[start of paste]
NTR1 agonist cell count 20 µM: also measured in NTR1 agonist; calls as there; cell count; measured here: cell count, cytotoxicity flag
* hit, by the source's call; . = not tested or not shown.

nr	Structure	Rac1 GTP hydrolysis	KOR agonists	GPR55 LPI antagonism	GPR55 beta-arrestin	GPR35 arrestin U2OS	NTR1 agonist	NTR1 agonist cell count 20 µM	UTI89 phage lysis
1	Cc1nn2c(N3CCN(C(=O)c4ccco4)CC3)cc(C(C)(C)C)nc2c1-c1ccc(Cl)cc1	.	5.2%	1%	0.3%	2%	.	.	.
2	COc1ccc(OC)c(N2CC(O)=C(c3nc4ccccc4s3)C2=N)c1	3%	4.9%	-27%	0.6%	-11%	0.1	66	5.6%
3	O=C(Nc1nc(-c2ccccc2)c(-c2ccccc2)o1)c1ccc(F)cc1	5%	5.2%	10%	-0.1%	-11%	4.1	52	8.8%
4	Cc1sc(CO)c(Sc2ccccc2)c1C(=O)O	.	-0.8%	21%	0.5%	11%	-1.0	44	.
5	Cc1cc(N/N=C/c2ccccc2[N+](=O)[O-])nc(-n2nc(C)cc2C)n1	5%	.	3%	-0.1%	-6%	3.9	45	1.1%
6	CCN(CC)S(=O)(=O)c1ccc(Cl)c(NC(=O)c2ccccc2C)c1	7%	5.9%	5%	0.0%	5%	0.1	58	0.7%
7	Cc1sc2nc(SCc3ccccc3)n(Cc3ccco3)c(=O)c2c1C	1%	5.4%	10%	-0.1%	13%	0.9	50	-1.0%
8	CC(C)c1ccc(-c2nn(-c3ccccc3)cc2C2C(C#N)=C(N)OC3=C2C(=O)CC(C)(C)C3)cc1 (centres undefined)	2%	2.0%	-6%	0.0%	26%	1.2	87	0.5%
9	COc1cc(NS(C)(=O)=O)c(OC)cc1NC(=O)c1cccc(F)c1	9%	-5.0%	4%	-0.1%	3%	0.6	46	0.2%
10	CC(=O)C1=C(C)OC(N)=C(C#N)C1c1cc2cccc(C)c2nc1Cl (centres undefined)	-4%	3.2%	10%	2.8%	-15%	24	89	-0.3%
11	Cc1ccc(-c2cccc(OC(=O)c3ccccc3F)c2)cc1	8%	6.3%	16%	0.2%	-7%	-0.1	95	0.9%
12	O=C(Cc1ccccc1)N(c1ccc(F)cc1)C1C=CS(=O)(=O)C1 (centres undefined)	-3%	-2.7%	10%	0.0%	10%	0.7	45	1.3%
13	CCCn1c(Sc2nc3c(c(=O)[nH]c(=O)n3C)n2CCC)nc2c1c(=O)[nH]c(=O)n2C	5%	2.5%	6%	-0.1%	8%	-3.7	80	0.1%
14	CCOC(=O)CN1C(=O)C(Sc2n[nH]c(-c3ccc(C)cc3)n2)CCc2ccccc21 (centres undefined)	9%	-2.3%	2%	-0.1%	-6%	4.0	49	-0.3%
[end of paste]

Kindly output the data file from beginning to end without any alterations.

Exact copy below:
NTR1 agonist cell count 20 µM: also measured in NTR1 agonist; calls as there; cell count; measured here: cell count, cytotoxicity flag
* hit, by the source's call; . = not tested or not shown.

nr	Structure	Rac1 GTP hydrolysis	KOR agonists	GPR55 LPI antagonism	GPR55 beta-arrestin	GPR35 arrestin U2OS	NTR1 agonist	NTR1 agonist cell count 20 µM	UTI89 phage lysis
1	Cc1nn2c(N3CCN(C(=O)c4ccco4)CC3)cc(C(C)(C)C)nc2c1-c1ccc(Cl)cc1	.	5.2%	1%	0.3%	2%	.	.	.
2	COc1ccc(OC)c(N2CC(O)=C(c3nc4ccccc4s3)C2=N)c1	3%	4.9%	-27%	0.6%	-11%	0.1	66	5.6%
3	O=C(Nc1nc(-c2ccccc2)c(-c2ccccc2)o1)c1ccc(F)cc1	5%	5.2%	10%	-0.1%	-11%	4.1	52	8.8%
4	Cc1sc(CO)c(Sc2ccccc2)c1C(=O)O	.	-0.8%	21%	0.5%	11%	-1.0	44	.
5	Cc1cc(N/N=C/c2ccccc2[N+](=O)[O-])nc(-n2nc(C)cc2C)n1	5%	.	3%	-0.1%	-6%	3.9	45	1.1%
6	CCN(CC)S(=O)(=O)c1ccc(Cl)c(NC(=O)c2ccccc2C)c1	7%	5.9%	5%	0.0%	5%	0.1	58	0.7%
7	Cc1sc2nc(SCc3ccccc3)n(Cc3ccco3)c(=O)c2c1C	1%	5.4%	10%	-0.1%	13%	0.9	50	-1.0%
8	CC(C)c1ccc(-c2nn(-c3ccccc3)cc2C2C(C#N)=C(N)OC3=C2C(=O)CC(C)(C)C3)cc1 (centres undefined)	2%	2.0%	-6%	0.0%	26%	1.2	87	0.5%
9	COc1cc(NS(C)(=O)=O)c(OC)cc1NC(=O)c1cccc(F)c1	9%	-5.0%	4%	-0.1%	3%	0.6	46	0.2%
10	CC(=O)C1=C(C)OC(N)=C(C#N)C1c1cc2cccc(C)c2nc1Cl (centres undefined)	-4%	3.2%	10%	2.8%	-15%	24	89	-0.3%
11	Cc1ccc(-c2cccc(OC(=O)c3ccccc3F)c2)cc1	8%	6.3%	16%	0.2%	-7%	-0.1	95	0.9%
12	O=C(Cc1ccccc1)N(c1ccc(F)cc1)C1C=CS(=O)(=O)C1 (centres undefined)	-3%	-2.7%	10%	0.0%	10%	0.7	45	1.3%
13	CCCn1c(Sc2nc3c(c(=O)[nH]c(=O)n3C)n2CCC)nc2c1c(=O)[nH]c(=O)n2C	5%	2.5%	6%	-0.1%	8%	-3.7	80	0.1%
14	CCOC(=O)CN1C(=O)C(Sc2n[nH]c(-c3ccc(C)cc3)n2)CCc2ccccc21 (centres undefined)	9%	-2.3%	2%	-0.1%	-6%	4.0	49	-0.3%